I’m not sure how to review a model. Mainly because your experience may be completely different from the next guys. It would depend on your model experience, your dexterity and self-control (so you do not murder anyone) and your commitment to detail. The Bandai General Grievous Model kit is not my first Bandai kit. This is my second Bandai kit, the first being the Executioner Trooper. I plan on doing a write-up of that as soon as I get some time. For the purpose of this review, we will be discussing my experience. Your mileage may vary.
Why pick this up? Look, its been 13 years. If someone was going to make a good Grievous figure, they would have already done it. I’m done holding my breath waiting for Bandai’s action figure arm, Figuarts, to get it out for purchase. The kit is 1:12. The Bandai General Grievous Model kit build may be tall for that but he spends most of the time hunched over.
A quick rundown of what I know about the character: Hated droids, had an accident or almost died in some fashion in a novel (I think, or a comic) and he ended up having his organs put inside of a robot. I love some ham-fisted irony. He makes the scene sometime in between Episode II and Episode III. The MTV two season Clone Wars cartoon ended with Grievous fake kidnapping Palpatine, Anakin reaching out with the force to grab him and nearly crushing Grievous in the process, thus the cough he had throughout Revenge of the Sith. He hates Jedi, or at the very least has unresolved issues with them. He has four arms and uses lightsabers as his primary weapon but is not a force user.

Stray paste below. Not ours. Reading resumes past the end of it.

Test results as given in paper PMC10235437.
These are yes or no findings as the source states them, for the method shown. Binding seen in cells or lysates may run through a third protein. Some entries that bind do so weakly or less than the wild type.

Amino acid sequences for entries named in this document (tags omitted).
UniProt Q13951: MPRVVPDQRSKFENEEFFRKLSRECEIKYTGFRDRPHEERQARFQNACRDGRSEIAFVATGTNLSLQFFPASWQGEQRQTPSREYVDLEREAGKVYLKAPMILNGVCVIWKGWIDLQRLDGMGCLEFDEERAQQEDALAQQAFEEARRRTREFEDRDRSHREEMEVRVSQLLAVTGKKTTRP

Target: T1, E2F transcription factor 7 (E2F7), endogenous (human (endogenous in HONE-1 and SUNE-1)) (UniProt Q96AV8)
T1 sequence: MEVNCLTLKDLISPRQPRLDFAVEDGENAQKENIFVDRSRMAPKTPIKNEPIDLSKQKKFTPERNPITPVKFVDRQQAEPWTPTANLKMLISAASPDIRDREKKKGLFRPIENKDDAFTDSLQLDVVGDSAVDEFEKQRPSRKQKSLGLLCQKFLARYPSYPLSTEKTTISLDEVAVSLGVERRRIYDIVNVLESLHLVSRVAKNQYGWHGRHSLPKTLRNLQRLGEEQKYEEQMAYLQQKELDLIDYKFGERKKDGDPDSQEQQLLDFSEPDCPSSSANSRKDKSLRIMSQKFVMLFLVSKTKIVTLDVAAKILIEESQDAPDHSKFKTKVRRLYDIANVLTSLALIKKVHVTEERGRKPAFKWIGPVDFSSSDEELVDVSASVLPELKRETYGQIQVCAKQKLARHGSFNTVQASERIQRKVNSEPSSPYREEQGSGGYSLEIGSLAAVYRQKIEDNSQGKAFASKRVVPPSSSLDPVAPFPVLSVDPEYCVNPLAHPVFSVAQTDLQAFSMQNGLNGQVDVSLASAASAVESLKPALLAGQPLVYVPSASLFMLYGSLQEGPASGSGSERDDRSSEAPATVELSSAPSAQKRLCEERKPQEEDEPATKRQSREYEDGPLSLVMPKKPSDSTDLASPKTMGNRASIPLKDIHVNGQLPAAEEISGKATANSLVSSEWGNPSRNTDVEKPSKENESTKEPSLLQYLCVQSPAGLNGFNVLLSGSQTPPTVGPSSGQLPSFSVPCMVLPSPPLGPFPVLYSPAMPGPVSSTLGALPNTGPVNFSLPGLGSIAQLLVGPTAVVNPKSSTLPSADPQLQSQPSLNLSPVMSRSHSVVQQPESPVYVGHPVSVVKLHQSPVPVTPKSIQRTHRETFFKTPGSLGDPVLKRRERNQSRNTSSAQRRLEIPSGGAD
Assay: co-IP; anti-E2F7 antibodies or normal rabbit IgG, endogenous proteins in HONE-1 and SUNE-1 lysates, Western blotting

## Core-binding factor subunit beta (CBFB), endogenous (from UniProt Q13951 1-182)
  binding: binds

What is in the Bandai General Grievous Model box?
At first glance, the box seems to contain 15 million pieces. After you sort it all, it ends up being a much more manageable 7 million.
If you’ve never done a plastic model kit, this may seem overwhelming. However, when you break it down to sprues you’re dealing with roughly 6 parts. With little parts. That attaches to tinier parts.
Fortunately, I have some experience making model kits. My OCD once led me to believe that the shortest route to getting all of the Star Trek Enterprises in scale to one another was to build them myself. While that never came to fruition (I own the kits but have not built most of them) I did build enough of them that I learned the basics.
If you don’t have that skill set, don’t worry. The kit is what is called a “snap together” kit and that means exactly what it says. It looks fine as is, out of the box and put together with no additional modeling skills required.
Theoretically, no glue is needed. Much like the Executioner, there were some parts on the Bandai General Grievous Model I had to glue. If you run into pieces that just won’t stay, try some glue. I know that sounds like common sense to some of you but for someone who has never touched a model before, with express instructions “no glue needed” they could end up walking away from the build because they think they’re doing something wrong.
From start to finish, the Bandai General Grievous Model build took me four hours spread out over two weeks. The instructions are clear with pictures for every step. The two most frustrating parts were the neck assembly and the cape. For the neck, I’d like to give you some advice to make it easier on yourself. However, the neck was a stopping point for me where I stepped away from the kit for the night. The other option was placing the kit in the microwave and set it to 1 hour. The next day when I returned to it, it was only through an act of God, an accident or pure serendipity that allowed me to get it together. If it were to fall apart again, I’d probably give up. It’s that frustrating.
What doesn’t work with the Bandai General Grievous Model?
The cape is… well it’s pointless. I get it, it’s a model kit and we should put it together. Yet when I look at the cape and see that it is painfully obvious they made this as a way to punish us, I can’t help but think there was an easier way. You’ll want extra fingers, scotch tape or phone-a-friend to get this put together.
Let’s take a look at some pics:
What works with the Bandai General Grievous Model?